Apple store may be an iOpportunity

Published 12:01 am Friday, March 14, 2008

A landmark event happened Friday morning at the Mall of Louisiana in Baton Rouge.

Four hundred people weaved their way along the sidewalks outside the shopping area to get their first look at a new iMac, iPod or iAnything for that matter.

People from as far away as Chicago waited in line for hours before the doors were opened to Apple’s newest computer store.

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“What does the opening of a tiny store in Baton Rouge have to do with Natchez?” one might ask.

Before you dismiss Apple’s newest venture as another one of those over-hyped news stories, think about the big picture.

Apple has over 180 stores in the United States. Most of them are on the East Coast and West Coast.

Until last Friday, there wasn’t an Apple store to be found anywhere near the Gulf Coast between Houston and Tampa Bay.

In the computer world, some tout the states of Mississippi, Louisiana and Arkansas as the “black out zone.” According to U.S. census numbers, these three states have the lowest rate of computer and Internet usage in the entire country.

For Apple, the lowest percentage of its computer sales is centered in the state of Mississippi.

When Hurricane Katrina ripped through New Orleans, a large influx of people from hurricane-ravaged areas poured into Baton Rouge, a city of 602,000 people.

In the months following Katrina, streets were clogged with traffic from hurricane refugees. Cash register receipts and sales tax numbers swelled with the new population numbers.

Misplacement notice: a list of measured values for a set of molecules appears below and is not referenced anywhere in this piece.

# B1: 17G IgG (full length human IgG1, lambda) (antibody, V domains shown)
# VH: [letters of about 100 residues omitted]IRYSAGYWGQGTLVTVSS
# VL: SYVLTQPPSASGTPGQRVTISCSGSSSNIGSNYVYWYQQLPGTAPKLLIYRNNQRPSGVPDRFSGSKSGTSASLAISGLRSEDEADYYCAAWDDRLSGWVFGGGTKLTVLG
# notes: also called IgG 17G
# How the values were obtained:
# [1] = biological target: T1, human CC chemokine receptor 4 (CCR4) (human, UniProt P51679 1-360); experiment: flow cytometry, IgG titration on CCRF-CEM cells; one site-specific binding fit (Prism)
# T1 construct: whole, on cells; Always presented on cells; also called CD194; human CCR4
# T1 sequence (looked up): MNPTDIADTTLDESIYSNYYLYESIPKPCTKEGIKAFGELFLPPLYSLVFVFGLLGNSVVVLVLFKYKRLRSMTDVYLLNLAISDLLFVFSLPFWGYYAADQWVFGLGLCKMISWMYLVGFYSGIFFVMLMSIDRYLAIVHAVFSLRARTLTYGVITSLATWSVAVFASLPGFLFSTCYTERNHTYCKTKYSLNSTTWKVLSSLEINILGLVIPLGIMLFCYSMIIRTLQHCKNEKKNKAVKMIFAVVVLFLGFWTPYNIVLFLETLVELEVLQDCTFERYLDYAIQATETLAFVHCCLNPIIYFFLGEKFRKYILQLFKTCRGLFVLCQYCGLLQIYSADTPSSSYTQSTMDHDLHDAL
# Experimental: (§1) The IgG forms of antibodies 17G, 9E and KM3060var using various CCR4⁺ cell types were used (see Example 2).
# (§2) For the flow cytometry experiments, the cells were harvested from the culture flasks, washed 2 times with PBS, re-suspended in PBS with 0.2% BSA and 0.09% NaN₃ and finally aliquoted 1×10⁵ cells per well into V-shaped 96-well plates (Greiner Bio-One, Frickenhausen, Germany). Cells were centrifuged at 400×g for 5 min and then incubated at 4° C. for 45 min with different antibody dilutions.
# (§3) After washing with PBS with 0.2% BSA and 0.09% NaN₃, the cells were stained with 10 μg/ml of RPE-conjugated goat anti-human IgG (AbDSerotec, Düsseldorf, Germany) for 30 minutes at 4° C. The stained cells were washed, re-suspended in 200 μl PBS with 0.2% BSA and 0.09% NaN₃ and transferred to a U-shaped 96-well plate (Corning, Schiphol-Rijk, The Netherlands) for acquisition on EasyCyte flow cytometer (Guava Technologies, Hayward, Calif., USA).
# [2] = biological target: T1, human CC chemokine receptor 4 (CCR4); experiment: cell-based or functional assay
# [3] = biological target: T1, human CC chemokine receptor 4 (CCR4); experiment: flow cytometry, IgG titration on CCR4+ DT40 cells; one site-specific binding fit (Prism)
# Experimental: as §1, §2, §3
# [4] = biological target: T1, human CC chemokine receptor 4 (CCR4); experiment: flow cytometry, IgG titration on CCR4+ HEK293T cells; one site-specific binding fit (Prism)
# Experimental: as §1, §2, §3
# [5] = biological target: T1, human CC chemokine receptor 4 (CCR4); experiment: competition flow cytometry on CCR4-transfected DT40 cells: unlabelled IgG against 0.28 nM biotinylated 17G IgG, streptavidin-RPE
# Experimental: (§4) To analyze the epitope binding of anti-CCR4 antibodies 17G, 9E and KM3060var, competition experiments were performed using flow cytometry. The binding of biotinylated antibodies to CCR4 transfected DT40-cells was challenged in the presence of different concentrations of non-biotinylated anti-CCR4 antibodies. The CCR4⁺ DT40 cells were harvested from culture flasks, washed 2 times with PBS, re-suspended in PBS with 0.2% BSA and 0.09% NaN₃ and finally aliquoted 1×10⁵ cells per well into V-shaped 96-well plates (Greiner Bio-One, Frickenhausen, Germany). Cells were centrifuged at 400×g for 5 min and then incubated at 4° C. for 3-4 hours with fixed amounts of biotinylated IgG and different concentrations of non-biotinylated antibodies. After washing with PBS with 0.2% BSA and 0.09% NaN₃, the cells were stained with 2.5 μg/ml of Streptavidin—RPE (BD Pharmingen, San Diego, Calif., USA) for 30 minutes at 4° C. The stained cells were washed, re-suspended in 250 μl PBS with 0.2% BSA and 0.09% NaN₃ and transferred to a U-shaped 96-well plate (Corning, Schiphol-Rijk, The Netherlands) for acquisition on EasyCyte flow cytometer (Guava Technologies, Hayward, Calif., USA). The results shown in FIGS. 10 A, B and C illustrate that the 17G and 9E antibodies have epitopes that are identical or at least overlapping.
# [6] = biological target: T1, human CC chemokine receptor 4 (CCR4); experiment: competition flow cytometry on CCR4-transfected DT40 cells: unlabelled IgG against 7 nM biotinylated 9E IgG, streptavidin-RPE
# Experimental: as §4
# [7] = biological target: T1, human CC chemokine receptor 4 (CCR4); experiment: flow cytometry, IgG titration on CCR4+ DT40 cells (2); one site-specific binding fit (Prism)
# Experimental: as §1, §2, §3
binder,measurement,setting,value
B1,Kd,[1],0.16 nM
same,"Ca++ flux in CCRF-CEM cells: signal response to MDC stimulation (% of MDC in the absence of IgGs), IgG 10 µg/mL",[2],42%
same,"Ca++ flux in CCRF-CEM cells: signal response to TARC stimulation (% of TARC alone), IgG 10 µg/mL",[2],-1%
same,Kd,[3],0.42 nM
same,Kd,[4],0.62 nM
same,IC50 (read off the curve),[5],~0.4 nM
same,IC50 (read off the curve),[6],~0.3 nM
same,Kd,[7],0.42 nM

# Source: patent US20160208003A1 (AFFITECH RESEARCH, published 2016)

Commerce flourished in the capital city.

Now Apple has decided to open a store on the south side of Baton Rouge, instead of opening one in New Orleans.

The movement of large populations of people is a rare thing to witness.

It may be akin to the seeing the Mississippi River move. It is hard to see the slow methodical meandering of the river. But if you looked at a map that showed the movement of the river over the past 100 years, you could see how much the river has snaked across the landscape.

It takes a lot of might and lot of resources to make it happen almost immediately.

Or maybe it takes a natural disaster the size of a hurricane. The same thing applies to people.

But it has happened before.

A few years ago, I remember reading a book by Erik Larson, called “Isaac’s Storm.” It was the story about such a cataclysmic event.

On September 8, 1900, Galveston, Texas, was sure to become one of the nation’s most prosperous cities.

It was a town full of activity and commerce. Little did residents know that their lives and town would be changed forever by Hurricane Isaac.

With no warning, the storm decimated the town on the Gulf Coast. With no protection, houses and business were torn apart and over a third of the city’s population was killed in the natural disaster.

After the storm, Galveston quickly changed from one of the nation’s most important commerce centers to a small Texas Coast town. Galveston would soon give up its status and much of its population to Houston. Now Houston is the fourth largest city in the United States.

The opening of an Apple store is small news in the course of daily events. But it may be a sign of something bigger. It may signal a population shift northward from New Orleans, similar to that of Galveston.

For us that may mean a population shift northward toward Natchez.

What this ultimately means for our area is hard to predict.

But now is the time for area leaders to think about how we can take advantage of such a population shift.

With a little creative planning and dreaming, we too can reap more benefits from what Katrina has already given us.

Ben Hillyer is the web editor of The Natchez Democrat. He can be reached at 601-445-3540 or by e-mail at